Cyber-security agencies in Germany and the UK warned the general public this month about a spike in SMS spam messages spreading the FluBot Android malware.

In security alerts published by Germany’s Federal Office for Information Security (BSI) and the UK National Cyber Security Centre (NCSC), the two agencies said that malware gangs are sending malicious links to users via SMS posing as legitimate package delivery services.

If users click the links, they are taken to a website posing as DHL or FedEx, where they are told to install an app to track a parcel meant to be delivered at their location.

FluBot-messages

But BSI and NCSC officials say the apps are loaded with a new form of Android malware known as FluBotCabassous, or the FedEx Banker.

First seen at the end of last year, this malware has slowly become one of the most active operations in the Android cybercrime ecosystem.

Categorized as a classic Android banking trojan, the malware operates by relying on users downloading boobytrapped apps from the internet and then side-loading them on their devices, despite repeated security warnings from the Android OS.

Once a device is infected, the app uses the Android Accessibility service to overlay fake login screens on top of official apps and collect users’ credentials, which it then sends to a remote command and control server.

The FluBot operators then use the collected credentials to access banking apps and empty accounts. Since the FluBot operators have full control over an infected device, they can also easily bypass any SMS-based two-step verification process.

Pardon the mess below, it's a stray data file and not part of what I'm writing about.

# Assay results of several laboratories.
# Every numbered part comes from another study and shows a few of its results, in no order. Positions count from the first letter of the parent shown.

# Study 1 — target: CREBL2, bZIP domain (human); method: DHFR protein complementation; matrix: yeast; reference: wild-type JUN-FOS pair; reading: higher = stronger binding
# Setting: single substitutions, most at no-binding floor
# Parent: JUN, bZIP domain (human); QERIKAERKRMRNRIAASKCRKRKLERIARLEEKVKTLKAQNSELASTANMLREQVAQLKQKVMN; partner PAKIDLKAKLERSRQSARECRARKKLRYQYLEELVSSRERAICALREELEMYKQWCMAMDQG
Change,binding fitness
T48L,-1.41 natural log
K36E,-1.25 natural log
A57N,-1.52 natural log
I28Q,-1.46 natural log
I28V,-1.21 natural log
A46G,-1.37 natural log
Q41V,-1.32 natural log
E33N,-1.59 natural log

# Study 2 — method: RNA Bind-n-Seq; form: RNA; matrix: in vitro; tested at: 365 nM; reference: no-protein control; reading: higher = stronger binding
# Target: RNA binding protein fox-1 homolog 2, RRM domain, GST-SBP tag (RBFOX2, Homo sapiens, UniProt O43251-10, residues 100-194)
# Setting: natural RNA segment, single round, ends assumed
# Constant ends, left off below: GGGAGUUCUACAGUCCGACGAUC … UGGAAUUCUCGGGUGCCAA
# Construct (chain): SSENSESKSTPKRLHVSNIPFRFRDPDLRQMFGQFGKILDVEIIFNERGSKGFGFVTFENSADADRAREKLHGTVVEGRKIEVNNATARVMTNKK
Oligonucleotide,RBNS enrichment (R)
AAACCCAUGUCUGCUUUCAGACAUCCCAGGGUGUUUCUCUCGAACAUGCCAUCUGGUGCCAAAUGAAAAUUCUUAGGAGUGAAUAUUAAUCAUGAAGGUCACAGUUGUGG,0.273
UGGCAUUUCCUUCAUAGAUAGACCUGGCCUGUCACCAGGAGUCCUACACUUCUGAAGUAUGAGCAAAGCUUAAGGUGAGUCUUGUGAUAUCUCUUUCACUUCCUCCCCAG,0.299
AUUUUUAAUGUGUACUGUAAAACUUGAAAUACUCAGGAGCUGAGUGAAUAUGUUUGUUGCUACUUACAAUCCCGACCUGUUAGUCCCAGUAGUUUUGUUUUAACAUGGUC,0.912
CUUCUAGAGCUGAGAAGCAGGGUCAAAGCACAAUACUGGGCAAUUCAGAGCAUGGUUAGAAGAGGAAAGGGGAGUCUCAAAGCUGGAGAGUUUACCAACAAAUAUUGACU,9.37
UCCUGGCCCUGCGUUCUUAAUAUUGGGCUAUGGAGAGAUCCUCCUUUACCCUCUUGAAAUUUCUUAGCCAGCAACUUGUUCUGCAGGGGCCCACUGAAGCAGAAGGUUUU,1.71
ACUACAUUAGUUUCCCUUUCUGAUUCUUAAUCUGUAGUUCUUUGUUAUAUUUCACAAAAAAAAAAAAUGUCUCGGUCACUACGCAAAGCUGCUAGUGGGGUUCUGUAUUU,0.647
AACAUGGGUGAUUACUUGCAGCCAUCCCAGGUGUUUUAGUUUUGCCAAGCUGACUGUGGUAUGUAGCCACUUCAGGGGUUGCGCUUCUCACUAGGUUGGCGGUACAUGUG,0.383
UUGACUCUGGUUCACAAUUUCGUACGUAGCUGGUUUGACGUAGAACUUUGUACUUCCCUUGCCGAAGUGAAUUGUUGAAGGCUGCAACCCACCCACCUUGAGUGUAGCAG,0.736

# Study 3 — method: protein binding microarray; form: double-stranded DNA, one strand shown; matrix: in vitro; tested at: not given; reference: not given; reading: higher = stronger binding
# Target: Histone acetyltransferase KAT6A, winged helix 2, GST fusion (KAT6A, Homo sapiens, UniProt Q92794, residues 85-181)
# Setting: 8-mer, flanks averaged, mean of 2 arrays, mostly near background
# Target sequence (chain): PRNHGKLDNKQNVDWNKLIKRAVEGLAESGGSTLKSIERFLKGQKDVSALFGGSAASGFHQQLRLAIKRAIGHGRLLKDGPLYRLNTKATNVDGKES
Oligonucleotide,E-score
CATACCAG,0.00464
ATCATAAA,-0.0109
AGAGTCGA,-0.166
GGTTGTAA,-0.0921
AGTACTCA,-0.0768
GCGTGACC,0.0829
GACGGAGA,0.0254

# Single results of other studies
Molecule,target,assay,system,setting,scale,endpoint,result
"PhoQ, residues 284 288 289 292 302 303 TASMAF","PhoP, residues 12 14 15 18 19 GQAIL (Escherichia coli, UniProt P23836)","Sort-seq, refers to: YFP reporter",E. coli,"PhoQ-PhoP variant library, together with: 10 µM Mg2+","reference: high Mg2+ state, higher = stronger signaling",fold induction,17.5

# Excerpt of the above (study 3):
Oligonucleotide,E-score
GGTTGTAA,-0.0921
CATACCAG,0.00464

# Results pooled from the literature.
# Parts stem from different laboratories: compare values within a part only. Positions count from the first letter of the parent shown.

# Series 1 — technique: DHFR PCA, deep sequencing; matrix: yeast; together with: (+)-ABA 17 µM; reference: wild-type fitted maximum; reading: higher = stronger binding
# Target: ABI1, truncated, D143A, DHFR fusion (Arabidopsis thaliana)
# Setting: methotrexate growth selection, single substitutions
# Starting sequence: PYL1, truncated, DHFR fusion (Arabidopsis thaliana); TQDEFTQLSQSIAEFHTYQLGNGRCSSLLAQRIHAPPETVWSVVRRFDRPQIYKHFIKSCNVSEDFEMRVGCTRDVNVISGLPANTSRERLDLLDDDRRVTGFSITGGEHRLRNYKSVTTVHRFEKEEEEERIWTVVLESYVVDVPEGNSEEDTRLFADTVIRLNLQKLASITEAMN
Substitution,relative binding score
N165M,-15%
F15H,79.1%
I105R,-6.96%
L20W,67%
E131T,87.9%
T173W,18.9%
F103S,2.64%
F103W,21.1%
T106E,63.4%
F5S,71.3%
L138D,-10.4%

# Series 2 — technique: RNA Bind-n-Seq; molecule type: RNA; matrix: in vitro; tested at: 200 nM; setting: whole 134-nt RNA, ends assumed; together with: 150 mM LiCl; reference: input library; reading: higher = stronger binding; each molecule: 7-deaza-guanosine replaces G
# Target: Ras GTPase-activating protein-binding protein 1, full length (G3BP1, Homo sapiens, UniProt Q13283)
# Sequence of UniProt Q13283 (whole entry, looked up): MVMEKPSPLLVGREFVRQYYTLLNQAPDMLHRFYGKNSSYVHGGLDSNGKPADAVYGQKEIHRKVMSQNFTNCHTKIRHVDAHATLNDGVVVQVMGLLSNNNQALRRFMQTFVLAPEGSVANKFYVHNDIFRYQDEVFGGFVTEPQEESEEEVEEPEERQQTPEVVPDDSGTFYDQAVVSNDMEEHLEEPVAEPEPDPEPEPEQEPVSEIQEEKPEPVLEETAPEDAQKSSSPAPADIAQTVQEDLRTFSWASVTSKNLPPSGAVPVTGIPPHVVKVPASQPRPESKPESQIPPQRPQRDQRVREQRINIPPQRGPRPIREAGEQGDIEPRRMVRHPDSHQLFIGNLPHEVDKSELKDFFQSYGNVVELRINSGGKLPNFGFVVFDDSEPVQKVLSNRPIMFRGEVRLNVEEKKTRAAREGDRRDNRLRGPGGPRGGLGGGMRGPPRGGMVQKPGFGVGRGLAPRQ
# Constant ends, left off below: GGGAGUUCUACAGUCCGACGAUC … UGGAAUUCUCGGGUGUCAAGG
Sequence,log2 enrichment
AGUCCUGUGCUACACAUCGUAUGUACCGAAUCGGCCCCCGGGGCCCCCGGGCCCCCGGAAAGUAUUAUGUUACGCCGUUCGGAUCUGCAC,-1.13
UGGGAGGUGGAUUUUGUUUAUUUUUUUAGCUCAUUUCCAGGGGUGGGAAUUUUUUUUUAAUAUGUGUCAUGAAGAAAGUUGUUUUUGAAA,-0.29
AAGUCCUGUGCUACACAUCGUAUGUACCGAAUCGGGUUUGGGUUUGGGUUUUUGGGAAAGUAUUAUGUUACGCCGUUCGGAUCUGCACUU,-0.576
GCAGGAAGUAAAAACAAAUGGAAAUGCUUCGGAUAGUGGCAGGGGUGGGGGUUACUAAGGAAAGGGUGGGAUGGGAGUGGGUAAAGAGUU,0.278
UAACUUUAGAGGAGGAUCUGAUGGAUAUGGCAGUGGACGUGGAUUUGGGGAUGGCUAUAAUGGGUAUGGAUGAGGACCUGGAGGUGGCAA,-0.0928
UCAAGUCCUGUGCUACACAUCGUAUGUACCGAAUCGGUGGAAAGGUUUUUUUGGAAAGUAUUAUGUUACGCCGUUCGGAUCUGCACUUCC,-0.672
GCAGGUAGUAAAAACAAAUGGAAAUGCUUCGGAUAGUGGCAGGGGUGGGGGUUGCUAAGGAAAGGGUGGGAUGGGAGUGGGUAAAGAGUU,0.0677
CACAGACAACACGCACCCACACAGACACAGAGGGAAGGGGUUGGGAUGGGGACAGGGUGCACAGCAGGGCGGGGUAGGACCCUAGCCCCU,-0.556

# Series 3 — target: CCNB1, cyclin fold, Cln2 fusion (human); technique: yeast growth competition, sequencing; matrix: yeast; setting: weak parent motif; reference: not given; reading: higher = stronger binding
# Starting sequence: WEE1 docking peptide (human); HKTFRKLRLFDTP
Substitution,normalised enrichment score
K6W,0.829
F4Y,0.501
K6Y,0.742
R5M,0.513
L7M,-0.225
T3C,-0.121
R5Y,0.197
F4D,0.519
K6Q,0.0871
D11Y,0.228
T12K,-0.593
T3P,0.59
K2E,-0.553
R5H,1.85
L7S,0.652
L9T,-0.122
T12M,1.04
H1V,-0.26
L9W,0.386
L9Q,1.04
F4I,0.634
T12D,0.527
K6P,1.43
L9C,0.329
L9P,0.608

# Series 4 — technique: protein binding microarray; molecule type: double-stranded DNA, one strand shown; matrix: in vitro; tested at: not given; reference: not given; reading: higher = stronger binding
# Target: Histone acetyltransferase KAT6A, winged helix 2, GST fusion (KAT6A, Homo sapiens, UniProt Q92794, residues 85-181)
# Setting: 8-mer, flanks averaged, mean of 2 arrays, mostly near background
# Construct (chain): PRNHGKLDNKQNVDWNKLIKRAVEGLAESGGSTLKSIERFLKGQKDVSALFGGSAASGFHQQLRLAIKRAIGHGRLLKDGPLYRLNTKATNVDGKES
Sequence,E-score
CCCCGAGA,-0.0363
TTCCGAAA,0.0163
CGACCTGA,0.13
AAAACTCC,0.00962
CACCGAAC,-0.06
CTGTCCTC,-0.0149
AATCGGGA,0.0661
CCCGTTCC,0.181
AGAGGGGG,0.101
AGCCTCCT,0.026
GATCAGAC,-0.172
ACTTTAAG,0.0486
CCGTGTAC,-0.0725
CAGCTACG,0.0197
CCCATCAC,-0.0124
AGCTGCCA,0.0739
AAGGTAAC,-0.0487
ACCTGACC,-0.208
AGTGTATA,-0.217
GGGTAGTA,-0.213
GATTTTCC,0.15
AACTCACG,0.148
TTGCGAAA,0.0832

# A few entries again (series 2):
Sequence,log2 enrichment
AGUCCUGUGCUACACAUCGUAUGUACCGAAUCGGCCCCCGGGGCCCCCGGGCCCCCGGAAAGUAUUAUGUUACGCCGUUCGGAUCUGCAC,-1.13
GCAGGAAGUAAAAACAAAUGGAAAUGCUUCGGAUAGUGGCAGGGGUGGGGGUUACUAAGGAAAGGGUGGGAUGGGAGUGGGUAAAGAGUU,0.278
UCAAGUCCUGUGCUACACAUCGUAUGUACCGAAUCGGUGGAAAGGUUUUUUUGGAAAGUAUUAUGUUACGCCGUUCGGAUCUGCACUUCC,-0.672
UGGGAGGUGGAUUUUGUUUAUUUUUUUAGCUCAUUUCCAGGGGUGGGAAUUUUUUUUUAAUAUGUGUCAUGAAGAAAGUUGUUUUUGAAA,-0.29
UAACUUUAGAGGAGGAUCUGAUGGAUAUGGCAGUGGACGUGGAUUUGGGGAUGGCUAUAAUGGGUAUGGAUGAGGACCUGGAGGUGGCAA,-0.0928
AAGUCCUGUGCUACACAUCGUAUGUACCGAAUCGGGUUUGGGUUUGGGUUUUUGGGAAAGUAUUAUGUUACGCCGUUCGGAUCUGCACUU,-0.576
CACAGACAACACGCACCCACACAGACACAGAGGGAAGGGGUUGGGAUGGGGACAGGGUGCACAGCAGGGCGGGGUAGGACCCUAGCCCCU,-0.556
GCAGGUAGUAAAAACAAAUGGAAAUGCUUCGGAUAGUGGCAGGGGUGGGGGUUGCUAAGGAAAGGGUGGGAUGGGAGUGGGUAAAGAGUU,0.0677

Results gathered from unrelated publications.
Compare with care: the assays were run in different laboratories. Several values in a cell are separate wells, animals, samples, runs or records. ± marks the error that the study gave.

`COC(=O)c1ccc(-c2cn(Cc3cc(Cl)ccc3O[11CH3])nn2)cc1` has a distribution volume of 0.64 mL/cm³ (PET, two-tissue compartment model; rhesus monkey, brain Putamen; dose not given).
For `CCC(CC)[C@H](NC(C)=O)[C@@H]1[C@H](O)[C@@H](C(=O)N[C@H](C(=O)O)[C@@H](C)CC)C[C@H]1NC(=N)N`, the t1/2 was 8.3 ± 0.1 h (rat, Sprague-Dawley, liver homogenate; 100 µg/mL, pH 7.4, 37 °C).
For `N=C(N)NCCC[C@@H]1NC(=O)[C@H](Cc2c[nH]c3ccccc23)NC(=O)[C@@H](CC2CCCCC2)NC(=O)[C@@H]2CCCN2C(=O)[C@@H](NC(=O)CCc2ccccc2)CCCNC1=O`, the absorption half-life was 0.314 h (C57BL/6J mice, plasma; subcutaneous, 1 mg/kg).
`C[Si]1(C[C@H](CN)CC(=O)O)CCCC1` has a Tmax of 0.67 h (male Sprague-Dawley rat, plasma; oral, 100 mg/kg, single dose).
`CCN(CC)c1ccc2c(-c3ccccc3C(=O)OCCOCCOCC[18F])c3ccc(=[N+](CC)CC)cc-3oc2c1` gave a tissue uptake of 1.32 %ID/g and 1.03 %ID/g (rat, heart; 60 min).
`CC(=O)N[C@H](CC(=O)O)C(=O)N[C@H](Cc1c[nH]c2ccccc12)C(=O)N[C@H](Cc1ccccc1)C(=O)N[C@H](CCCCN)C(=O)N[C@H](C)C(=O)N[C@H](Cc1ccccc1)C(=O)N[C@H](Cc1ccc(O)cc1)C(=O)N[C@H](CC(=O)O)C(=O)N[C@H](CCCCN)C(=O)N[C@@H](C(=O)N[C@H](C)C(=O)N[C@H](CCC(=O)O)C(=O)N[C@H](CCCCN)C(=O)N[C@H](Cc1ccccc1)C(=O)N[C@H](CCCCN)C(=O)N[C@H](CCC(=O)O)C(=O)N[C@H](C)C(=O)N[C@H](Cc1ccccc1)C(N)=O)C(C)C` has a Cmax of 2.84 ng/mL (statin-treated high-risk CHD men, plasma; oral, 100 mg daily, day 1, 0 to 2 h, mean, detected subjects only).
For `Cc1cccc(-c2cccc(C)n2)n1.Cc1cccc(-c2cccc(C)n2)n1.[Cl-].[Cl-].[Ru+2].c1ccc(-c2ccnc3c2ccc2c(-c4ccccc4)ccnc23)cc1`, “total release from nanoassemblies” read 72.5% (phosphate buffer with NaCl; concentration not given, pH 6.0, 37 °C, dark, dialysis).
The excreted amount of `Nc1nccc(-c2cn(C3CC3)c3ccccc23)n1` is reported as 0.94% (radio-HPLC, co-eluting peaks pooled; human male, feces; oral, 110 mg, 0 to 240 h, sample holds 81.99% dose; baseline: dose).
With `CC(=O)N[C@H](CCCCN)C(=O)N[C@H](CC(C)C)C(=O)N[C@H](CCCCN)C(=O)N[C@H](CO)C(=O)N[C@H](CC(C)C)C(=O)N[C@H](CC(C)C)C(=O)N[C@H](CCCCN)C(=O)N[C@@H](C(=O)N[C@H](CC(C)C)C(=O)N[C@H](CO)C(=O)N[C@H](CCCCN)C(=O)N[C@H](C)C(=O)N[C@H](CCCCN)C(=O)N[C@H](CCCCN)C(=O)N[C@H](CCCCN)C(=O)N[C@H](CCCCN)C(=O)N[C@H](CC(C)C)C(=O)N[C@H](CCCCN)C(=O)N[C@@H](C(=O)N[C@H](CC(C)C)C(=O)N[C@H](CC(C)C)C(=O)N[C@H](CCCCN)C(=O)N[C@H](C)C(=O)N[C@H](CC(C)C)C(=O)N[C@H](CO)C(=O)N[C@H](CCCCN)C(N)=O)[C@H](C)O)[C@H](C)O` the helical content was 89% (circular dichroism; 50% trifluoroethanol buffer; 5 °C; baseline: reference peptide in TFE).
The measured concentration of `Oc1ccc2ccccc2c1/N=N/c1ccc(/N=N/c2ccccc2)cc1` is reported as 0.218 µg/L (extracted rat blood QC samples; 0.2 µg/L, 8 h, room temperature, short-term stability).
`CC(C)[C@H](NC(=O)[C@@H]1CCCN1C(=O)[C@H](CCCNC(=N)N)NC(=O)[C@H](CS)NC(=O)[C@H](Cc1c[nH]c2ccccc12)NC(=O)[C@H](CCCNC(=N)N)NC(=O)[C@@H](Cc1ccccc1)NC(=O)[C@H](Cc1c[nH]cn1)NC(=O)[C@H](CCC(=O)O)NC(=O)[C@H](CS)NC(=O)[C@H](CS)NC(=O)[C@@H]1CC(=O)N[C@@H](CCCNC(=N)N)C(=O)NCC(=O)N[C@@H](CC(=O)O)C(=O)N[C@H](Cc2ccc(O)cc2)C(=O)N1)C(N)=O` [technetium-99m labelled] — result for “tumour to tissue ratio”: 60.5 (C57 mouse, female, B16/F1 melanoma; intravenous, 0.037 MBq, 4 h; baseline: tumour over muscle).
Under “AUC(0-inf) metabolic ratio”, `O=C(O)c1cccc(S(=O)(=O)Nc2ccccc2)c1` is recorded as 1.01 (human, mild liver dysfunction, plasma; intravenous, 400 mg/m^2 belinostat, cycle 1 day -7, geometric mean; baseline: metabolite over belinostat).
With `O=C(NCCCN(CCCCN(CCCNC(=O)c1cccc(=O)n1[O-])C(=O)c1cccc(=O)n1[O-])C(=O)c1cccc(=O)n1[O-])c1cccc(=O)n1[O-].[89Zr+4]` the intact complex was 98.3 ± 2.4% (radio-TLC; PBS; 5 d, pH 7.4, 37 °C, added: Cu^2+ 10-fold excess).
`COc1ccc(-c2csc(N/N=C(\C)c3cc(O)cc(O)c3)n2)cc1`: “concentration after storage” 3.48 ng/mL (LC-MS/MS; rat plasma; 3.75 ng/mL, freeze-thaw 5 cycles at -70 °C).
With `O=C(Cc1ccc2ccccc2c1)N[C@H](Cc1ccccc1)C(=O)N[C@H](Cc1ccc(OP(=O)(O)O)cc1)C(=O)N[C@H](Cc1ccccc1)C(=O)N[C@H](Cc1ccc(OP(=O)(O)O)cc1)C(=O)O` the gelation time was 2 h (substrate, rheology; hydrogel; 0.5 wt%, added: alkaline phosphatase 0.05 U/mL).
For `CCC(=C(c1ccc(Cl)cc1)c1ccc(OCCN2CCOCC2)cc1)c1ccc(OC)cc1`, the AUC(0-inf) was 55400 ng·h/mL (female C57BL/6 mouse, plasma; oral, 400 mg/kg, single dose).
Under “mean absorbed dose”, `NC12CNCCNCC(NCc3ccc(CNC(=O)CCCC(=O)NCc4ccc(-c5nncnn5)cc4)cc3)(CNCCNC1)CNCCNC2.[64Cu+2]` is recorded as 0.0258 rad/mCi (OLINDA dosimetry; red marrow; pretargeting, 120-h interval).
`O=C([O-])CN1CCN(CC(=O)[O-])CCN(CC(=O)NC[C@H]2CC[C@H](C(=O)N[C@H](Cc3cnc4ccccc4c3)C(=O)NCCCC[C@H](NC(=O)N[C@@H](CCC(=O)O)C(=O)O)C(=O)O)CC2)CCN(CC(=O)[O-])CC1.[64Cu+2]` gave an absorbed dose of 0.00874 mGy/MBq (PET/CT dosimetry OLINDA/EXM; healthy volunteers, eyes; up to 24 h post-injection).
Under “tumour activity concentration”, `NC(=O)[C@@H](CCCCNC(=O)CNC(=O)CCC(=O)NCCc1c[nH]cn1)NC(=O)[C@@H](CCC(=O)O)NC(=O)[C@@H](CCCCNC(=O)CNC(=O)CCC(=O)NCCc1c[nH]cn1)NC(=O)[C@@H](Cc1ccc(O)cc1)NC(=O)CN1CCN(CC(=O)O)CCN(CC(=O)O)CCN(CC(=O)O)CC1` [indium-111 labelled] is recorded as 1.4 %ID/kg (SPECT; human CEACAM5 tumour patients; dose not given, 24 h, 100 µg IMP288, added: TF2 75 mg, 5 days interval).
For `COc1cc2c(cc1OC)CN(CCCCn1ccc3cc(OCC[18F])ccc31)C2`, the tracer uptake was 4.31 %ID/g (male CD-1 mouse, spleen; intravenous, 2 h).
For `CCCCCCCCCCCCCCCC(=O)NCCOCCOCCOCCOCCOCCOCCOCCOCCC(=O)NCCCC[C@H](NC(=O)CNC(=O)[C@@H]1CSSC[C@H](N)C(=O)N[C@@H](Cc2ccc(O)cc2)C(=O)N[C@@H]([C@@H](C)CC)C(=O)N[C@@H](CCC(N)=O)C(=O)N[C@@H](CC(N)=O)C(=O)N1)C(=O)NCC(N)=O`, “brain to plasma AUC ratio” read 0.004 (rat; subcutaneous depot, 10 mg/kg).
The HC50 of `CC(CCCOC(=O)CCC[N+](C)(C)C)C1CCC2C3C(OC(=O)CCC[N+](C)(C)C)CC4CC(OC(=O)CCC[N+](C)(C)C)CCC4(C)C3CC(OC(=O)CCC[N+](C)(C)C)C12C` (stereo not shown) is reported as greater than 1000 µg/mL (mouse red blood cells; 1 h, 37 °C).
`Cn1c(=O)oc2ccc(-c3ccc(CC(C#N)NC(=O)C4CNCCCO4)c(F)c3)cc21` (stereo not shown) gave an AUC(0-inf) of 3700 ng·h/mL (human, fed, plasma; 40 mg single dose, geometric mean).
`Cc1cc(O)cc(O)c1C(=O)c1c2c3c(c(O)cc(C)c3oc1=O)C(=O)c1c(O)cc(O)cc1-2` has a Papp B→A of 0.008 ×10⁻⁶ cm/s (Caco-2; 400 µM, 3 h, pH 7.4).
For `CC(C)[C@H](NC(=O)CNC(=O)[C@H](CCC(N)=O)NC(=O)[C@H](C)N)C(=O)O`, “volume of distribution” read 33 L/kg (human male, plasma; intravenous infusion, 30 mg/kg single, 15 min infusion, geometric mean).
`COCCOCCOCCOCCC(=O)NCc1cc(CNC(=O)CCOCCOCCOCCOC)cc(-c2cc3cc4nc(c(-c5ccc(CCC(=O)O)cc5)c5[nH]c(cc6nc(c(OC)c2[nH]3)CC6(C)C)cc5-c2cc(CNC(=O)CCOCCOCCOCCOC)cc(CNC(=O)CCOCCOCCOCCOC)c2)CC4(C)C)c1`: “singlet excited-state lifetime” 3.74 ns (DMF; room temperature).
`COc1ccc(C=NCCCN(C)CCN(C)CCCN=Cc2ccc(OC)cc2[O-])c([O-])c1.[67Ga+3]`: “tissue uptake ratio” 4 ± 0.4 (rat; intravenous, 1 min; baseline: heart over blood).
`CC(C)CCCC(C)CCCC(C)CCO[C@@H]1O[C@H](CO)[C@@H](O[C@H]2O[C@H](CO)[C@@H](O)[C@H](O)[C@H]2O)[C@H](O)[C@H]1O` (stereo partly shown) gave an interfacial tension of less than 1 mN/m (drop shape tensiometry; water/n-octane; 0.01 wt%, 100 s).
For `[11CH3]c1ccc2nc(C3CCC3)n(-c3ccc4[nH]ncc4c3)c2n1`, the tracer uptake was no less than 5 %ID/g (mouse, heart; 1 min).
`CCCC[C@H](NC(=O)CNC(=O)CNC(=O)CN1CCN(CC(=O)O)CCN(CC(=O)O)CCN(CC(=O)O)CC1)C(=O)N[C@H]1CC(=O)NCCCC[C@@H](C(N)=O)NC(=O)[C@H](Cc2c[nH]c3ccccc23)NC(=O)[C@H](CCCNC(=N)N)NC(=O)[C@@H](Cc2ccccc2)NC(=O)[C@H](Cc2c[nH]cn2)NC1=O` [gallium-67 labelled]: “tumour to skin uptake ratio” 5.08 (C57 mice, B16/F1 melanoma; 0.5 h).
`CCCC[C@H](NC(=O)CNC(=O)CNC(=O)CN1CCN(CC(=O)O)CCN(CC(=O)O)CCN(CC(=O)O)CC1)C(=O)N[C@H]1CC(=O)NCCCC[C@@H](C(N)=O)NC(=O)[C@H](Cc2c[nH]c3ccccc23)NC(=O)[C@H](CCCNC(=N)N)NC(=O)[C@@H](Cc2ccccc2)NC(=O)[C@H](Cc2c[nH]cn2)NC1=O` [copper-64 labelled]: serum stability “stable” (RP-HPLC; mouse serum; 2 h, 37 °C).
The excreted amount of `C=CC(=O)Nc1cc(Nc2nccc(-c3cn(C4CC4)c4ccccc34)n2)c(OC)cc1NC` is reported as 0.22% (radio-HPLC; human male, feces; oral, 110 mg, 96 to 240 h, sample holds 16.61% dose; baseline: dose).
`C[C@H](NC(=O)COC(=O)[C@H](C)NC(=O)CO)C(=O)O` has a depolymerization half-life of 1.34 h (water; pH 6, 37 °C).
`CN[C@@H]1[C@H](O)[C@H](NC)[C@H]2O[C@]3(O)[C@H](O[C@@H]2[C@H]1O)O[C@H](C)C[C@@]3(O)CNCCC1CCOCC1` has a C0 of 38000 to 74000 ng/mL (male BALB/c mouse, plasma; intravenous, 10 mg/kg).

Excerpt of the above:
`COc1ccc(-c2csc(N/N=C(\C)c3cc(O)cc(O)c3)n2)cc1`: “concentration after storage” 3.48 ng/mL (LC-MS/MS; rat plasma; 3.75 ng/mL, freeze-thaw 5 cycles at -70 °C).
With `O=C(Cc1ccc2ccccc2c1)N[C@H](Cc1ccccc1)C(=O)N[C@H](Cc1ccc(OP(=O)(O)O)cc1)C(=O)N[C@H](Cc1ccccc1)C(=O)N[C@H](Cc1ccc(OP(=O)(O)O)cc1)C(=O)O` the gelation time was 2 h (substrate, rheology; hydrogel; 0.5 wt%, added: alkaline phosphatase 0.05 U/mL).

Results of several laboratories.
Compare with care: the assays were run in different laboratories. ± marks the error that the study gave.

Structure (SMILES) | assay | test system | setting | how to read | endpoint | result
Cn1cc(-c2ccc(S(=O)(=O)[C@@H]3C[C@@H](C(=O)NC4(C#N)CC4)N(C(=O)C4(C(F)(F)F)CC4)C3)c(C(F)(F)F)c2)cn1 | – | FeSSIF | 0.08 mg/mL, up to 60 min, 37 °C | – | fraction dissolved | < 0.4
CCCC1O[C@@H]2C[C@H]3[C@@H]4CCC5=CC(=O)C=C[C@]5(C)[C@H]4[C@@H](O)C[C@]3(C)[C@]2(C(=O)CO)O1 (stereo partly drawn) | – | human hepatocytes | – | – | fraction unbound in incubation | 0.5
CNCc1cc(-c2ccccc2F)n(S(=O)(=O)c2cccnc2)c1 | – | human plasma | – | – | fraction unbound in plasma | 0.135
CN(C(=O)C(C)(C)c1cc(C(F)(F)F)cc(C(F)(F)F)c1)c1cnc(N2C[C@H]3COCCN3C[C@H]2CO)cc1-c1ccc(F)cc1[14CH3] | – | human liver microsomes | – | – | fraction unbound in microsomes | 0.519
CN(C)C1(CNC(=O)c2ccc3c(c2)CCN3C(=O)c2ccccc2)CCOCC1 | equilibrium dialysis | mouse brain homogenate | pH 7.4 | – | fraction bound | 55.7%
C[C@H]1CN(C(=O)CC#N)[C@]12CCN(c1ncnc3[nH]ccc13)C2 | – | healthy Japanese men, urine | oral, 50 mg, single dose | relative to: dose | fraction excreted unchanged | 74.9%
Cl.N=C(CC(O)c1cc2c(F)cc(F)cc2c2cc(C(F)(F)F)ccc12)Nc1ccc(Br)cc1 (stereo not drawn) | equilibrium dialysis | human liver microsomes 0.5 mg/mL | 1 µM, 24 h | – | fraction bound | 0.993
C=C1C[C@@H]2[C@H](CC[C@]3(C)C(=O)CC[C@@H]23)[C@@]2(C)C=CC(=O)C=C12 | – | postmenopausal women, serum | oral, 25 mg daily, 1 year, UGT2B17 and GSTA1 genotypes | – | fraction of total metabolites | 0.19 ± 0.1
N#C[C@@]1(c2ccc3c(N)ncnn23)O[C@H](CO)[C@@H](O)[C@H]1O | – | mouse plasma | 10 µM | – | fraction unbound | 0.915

One FluBot distributor gang arrested in Spain

Currently, the malware is advertised on underground cybercrime forums, where miscreants rent it and then distribute it to users across the world.

In fact, the first time we heard about this malware is after one of these FluBot distributor groups launched a massive SMS spam campaign that targeted Spanish users and infected more than 60,000 devices.

But while Spanish authorities reacted promptly and arrested four suspects believed to have been involved with this campaign, other groups renting the FluBot malware are still at large and appear to have launched their own operations targeting German and UK users as well.

Now, in an attempt to avoid similar incidents like the one in Spain, where the malware made tens of thousands of victims in the span of a few weeks, German and UK cybersecurity officials are trying to raise awareness of this new threat before it is too late.

Expansion beyond Spain, Germany, and the UK in the works

However, more cybersecurity agencies might soon need to warn their own users as well.

New intelligence shared this week suggests that FluBot distributors have already expanded operations and have launched SMS spam campaigns targeting users in other countries, including Japan, Italy, Norway, Sweden, Finland, Denmark, Poland, and the Netherlands.


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Catalin Cimpanu is a cybersecurity reporter for The Record. He previously worked at ZDNet and Bleeping Computer, where he became a well-known name in the industry for his constant scoops on new vulnerabilities, cyberattacks, and law enforcement actions against hackers.

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